US 5690958 A
A unit dose chlorhexadine gluconate (CHG) applicator is disclosed wherein a unit dose of the CHG is contained in a hermetically sealed manually crushable glass ampule that has an internal volume not significantly greater than the unit dose volume of the CHG. The CHG in the ampule has an effective shelf life of at least 24 months. The glass ampule of the applicator is preferably protected by a flexible cover to protect the user's hand during manual crushing of the ampule to release the CHG therefrom. In one embodiment of the invention, a cylindrical glass ampule is housed within a tubular, flexible synthetic resin cover which has a porous applicator swab at one end thereof. Upon crushing of the glass ampule, the CHG released therefrom impregnates the swab allowing the user to spread the CHG across an area to be sanitized. In a second embodiment of the invention, a cylindrical glass ampule is received within a semi-cylindrical, open-sided body cover having a flange portion that mounts a sponge-like swab communicating with the interior of the body cover. Opposed integral wing-like gripping members on the ampule permit the user to crush the ampule by squeezing the members toward one another whereupon the CHG is released from the ampule and impregnates the sponge swab. The swab soaked with the CHG antiseptic may be rubbed across an area to be sanitized.
1. A bactericidal agent dosage applicator having an extended shelf life comprising:
a unit dose of chlorhexadine gluconate; and
a manually crushable glass ampule containing said unit dose of chlorhexadine gluconate,
the internal volume of said ampule not being significantly greater than the volume of said unit dose,
said glass ampule having an extremity which was closed at the time of filling of the ampule with the chlorhexadine gluconate and an extremity which was heat-sealed after filling of the ampule with the chlorhexadine gluconate to provide a hermetic closure for the ampule.
2. A bactericidal agent dosage applicator as set forth in claim 1 wherein said heat-sealed extremity of the ampule was subjected to a flame sufficient to melt the glass and provide the hermetic closure.
3. A bactericidal agent dosage applicator as set forth in claim 1 wherein said glass ampule is of generally cylindrical shape and said extremities are at opposite ends thereof.
4. A bactericidal agent dosage applicator as set forth in claim 1 wherein said glass ampule containing the chlorhexadine gluconate unit dose was subjected to elevated temperature sterilization after introduction of the chlorhexadine gluconate into the interior thereof and hermetic sealing of the ampule.
5. A bactericidal agent dosage applicator as set forth in claim 1 wherein is provided a flexible cover over said glass ampule to protect the user's hand during manual crushing of the ampule to release the chlorhexadine gluconate therefrom.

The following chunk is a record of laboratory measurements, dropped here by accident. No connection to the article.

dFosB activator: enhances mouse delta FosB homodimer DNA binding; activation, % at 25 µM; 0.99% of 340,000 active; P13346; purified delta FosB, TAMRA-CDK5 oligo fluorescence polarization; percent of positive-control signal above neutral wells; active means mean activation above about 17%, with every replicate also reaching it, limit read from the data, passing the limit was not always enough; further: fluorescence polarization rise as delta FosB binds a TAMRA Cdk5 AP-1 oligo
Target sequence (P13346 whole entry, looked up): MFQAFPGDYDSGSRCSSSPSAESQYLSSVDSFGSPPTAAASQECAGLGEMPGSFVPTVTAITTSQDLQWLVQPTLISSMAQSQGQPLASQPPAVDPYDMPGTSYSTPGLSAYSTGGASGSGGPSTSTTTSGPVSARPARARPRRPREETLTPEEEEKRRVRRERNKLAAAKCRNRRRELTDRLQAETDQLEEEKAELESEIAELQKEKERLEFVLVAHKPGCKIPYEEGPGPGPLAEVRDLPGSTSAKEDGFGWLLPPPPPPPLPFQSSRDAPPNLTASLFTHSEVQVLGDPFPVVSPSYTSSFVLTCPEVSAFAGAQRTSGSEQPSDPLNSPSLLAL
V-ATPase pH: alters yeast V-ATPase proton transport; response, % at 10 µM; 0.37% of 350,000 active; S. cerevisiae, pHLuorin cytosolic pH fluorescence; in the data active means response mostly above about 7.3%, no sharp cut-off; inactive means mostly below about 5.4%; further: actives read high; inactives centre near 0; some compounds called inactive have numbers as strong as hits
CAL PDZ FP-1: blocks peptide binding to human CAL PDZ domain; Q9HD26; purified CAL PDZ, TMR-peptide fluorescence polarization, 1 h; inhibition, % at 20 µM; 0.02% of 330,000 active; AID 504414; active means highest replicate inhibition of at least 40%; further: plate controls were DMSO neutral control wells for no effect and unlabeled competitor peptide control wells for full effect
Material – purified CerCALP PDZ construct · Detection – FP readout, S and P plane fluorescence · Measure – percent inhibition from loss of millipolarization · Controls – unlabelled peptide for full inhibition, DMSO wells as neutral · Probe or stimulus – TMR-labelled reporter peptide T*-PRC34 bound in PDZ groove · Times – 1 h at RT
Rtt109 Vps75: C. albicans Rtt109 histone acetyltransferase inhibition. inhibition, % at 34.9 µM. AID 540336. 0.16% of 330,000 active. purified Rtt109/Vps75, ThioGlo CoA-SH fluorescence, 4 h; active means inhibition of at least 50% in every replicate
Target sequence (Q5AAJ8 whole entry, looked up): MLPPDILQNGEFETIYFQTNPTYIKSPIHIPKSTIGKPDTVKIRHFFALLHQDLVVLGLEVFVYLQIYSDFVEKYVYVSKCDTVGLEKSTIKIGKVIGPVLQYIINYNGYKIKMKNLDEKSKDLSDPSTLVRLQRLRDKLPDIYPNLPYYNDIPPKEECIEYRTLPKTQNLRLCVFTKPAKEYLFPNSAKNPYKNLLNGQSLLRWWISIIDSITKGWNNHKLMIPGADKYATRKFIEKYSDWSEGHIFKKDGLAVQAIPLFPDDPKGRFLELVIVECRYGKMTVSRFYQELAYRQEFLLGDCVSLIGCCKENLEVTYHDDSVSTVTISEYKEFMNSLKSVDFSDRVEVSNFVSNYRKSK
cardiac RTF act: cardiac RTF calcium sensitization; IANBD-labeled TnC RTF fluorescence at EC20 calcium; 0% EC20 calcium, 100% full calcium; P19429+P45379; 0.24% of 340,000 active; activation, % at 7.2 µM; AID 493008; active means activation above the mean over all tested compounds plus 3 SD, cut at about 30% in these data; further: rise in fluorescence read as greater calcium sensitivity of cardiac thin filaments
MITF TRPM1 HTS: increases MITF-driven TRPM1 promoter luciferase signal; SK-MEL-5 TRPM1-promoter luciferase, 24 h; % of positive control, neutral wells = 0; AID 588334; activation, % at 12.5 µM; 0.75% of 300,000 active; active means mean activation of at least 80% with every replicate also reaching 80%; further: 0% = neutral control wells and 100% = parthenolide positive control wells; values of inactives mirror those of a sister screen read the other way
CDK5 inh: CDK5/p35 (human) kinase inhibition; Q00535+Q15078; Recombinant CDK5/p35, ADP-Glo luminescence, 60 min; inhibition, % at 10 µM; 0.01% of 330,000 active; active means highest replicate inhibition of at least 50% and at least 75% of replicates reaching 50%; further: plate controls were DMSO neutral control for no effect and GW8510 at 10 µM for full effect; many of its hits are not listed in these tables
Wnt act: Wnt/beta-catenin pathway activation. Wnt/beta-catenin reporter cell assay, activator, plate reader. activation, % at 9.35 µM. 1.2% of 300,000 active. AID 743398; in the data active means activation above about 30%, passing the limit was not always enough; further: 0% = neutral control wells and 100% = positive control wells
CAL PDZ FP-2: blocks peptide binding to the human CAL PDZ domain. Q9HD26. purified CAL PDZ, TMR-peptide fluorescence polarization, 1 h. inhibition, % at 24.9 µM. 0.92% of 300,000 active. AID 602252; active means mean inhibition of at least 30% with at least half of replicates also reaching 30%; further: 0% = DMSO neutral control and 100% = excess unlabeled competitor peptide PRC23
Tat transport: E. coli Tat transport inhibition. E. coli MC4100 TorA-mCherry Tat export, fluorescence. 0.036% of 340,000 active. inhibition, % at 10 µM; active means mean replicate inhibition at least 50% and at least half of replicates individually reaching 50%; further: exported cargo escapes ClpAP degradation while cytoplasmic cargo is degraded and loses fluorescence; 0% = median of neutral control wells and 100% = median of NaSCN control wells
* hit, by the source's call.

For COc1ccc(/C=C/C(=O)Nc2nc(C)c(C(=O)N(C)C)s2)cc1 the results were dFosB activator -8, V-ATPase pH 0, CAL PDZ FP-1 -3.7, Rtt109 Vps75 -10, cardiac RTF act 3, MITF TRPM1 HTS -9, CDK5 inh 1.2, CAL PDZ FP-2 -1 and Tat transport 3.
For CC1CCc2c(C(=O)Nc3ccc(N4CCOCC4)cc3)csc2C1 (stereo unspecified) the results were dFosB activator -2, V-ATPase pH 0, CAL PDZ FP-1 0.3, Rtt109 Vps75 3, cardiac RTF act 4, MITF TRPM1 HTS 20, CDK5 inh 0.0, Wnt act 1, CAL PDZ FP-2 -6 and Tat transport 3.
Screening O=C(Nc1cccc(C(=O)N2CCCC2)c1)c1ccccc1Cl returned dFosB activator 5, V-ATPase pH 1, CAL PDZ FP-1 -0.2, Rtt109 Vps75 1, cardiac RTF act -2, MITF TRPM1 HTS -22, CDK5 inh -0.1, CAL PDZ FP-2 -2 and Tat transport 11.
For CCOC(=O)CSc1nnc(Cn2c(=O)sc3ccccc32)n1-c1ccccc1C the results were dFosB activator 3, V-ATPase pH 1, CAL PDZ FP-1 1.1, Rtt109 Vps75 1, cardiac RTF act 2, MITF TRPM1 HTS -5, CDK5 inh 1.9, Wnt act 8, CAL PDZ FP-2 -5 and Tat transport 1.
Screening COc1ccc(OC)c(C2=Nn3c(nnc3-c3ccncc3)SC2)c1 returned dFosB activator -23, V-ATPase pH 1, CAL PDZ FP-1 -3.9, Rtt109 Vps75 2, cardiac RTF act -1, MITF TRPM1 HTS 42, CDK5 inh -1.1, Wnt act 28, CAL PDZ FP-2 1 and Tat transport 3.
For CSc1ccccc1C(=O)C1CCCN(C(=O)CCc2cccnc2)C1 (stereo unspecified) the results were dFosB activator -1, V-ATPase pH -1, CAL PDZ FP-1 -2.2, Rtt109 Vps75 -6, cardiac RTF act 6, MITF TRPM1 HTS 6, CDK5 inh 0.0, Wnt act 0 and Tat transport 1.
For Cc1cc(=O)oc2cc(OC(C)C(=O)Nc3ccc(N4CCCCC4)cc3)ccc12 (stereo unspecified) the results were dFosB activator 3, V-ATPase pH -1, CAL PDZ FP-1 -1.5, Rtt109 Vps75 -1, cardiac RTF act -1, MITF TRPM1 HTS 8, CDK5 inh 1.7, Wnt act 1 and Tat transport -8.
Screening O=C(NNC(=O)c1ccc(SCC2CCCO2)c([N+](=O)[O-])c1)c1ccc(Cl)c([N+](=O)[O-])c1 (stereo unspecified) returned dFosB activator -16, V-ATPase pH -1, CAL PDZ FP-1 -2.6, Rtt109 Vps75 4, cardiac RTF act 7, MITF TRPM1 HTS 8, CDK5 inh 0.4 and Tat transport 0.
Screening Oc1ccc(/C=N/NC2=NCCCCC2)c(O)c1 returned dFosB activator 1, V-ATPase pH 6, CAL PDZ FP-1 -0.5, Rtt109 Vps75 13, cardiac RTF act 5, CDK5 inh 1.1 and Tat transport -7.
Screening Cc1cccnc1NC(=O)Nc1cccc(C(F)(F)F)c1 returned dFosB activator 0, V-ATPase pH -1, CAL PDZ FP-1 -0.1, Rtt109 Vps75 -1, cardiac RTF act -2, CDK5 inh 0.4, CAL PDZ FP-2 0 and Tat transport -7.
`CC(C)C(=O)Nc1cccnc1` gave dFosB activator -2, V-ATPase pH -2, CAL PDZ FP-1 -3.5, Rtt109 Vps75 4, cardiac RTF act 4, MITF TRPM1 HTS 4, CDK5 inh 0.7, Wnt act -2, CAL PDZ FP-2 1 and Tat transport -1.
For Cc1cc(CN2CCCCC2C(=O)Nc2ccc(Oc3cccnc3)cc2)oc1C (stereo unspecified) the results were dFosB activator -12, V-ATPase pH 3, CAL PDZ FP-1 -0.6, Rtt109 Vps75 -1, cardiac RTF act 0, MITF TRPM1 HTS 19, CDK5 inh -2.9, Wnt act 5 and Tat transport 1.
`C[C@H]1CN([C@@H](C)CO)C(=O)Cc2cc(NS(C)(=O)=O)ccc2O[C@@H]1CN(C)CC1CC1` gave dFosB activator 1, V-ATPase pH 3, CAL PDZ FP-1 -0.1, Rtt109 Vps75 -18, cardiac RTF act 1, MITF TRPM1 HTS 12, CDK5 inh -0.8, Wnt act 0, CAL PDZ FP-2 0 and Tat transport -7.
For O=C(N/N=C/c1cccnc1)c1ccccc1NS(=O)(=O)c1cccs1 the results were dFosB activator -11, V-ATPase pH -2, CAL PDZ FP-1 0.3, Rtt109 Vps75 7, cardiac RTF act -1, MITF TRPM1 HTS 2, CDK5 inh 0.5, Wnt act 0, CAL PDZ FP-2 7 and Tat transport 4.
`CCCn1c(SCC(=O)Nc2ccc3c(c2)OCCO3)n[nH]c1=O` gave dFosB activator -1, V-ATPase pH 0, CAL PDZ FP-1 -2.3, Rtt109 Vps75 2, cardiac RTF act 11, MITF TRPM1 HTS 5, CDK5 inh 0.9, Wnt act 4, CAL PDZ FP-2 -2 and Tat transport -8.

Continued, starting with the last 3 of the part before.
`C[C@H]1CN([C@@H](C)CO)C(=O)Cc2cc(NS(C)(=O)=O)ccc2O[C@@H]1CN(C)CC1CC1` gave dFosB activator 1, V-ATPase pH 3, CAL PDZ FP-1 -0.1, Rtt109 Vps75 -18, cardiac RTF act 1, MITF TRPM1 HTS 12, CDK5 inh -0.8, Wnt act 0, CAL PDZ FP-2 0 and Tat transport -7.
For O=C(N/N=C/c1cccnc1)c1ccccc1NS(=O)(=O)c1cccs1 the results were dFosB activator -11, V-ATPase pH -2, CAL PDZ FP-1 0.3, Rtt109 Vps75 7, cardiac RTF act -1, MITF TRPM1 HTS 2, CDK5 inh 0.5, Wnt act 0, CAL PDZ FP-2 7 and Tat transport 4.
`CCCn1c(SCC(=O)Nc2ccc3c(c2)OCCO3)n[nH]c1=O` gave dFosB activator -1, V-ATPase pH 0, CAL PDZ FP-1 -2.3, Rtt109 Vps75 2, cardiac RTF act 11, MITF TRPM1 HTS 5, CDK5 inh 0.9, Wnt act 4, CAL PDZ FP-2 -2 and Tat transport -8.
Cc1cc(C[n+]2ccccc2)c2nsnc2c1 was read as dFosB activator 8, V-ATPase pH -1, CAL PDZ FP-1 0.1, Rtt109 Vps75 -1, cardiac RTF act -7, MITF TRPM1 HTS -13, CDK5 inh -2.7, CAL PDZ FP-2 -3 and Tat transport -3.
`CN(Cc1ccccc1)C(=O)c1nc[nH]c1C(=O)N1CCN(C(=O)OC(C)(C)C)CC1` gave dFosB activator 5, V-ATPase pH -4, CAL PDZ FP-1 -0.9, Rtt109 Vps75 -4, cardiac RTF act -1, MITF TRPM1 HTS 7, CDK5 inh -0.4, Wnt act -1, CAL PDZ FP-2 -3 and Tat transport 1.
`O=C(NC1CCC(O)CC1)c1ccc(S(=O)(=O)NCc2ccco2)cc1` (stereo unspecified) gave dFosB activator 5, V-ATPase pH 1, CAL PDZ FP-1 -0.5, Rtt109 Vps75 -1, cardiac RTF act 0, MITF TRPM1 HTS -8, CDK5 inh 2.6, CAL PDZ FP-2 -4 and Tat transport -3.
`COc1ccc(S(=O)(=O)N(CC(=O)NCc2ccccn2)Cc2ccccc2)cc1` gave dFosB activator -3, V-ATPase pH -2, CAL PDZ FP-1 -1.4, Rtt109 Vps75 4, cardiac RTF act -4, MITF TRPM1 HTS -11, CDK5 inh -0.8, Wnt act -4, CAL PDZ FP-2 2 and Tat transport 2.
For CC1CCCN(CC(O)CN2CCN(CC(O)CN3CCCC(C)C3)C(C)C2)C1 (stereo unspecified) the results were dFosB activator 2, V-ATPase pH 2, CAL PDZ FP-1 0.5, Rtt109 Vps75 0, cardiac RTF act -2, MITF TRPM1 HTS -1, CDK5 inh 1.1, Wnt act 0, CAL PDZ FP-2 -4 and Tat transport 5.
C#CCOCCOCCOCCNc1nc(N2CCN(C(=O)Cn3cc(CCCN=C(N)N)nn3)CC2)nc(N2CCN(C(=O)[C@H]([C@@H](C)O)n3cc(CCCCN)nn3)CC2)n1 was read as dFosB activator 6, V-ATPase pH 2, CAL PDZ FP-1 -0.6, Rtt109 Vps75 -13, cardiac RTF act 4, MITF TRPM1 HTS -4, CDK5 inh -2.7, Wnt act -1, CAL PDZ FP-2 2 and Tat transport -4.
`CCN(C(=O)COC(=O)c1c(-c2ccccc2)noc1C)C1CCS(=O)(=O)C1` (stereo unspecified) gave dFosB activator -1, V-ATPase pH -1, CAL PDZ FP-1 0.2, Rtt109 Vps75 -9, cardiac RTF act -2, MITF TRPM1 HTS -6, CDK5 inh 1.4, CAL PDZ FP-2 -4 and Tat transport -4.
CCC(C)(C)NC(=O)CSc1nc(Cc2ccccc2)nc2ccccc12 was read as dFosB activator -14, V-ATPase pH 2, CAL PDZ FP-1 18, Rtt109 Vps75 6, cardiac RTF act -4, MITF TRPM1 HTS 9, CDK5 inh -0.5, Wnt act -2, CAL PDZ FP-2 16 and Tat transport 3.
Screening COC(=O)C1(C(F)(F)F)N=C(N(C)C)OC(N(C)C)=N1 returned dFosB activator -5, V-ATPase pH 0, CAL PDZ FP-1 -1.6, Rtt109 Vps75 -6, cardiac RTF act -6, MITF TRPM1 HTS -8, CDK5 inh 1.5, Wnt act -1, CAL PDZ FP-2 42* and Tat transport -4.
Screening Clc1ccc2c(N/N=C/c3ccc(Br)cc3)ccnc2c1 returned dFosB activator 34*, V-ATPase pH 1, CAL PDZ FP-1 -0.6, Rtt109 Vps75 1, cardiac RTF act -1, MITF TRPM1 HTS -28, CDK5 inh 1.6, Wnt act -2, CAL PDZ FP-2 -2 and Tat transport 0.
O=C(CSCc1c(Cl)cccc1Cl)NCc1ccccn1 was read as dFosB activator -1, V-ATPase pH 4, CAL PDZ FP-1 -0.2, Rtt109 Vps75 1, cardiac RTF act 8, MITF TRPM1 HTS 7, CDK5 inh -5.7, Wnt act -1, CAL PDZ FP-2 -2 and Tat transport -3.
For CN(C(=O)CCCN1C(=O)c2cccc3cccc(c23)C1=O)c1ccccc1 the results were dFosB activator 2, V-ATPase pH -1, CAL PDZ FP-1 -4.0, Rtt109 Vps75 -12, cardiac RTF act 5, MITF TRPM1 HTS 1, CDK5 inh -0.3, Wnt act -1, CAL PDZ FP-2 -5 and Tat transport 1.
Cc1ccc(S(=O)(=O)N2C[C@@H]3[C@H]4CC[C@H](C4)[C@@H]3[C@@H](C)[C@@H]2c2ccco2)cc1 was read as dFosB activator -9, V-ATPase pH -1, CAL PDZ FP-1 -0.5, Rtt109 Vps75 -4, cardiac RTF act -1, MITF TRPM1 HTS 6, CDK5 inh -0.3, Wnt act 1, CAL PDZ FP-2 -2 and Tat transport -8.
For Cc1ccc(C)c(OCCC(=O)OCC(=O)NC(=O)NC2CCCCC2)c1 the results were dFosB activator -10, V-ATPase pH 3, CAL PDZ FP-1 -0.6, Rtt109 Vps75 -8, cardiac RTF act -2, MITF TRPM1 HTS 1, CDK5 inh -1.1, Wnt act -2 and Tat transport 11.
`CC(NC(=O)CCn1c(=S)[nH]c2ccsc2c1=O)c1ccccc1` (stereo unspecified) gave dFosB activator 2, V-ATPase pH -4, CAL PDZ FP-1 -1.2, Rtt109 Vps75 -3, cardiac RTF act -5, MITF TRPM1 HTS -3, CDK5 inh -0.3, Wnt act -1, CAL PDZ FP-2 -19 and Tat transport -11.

6. A bactericidal agent dosage applicator as set forth in claim 5 wherein is provided means associated with said flexible cover for causing the chlorhexadine gluconate to be directionally released from the ampule upon manual crushing of the latter.
7. A bactericidal agent dosage applicator as set forth in claim 5 wherein said cover has an opening therein communicating with the exterior surface of the ampule, and a porous applicator swab carried by the cover and extending through said opening.
8. A bactericidal agent dosage applicator as set forth in claim 5 wherein said ampule is elongated and the cover has an opening therein extending along the longitudinal length of the ampule, and applicator sponge means on the cover extending along the length of the opening therein in disposition to receive chlorhexadine gluconate released from the ampule upon crushing thereof.
9. A method of preparing a bactericidal agent dosage applicator having an extended shelf life comprising:
providing a manually crushable glass ampule having a closed extremity and an initially open extremity;
introducing a unit dose of chlorhexadine gluconate into the ampule,
said ampule having an internal volume not significantly greater than the unit dose volume of the chlorhexadine gluconate; and
subjecting the initially open extremity of the ampule to heat at a temperature and for a time sufficient to melt the glass defining said initially open extremity and form a closure therefor upon cooling of the heated glass to effect hermetic sealing of the chlorhexadine gluconate within the ampule.
10. A method of preparing a bactericidal agent dosage applicator as set forth in claim 9 wherein is included the step of subjecting the glass ampule containing the chlorhexadine gluconate unit dose to elevated temperature sterilization prior to heat sealing of the ampule.
11. A method of preparing a bactericidal agent dosage applicator as set forth in claim 10 wherein said sterilization step includes subjecting the glass ampule containing the chlorhexadine gluconate unit dose to a temperature of from about 120° F. to about 140° F.
12. A method of preparing a bactericidal agent dosage applicator as set forth in claim 9 wherein heat sealing of said initially open extremity of the ampule is effected by subjecting such extremity to an open flame.
13. A method of preparing a bactericidal agent dosage applicator as set forth in claim 9 wherein is included the step of placing a flexible cover over the hermetically sealed glass ampule to protect the user's hand during manual crushing of the ampule to release the chlorhexadine gluconate therefrom.
14. A method of preparing a dosage unit of chlorhexadine gluconate and of conducting an accelerated test to verify that such dosage unit has an extended shelf life of at least about twenty-four months comprising the steps of: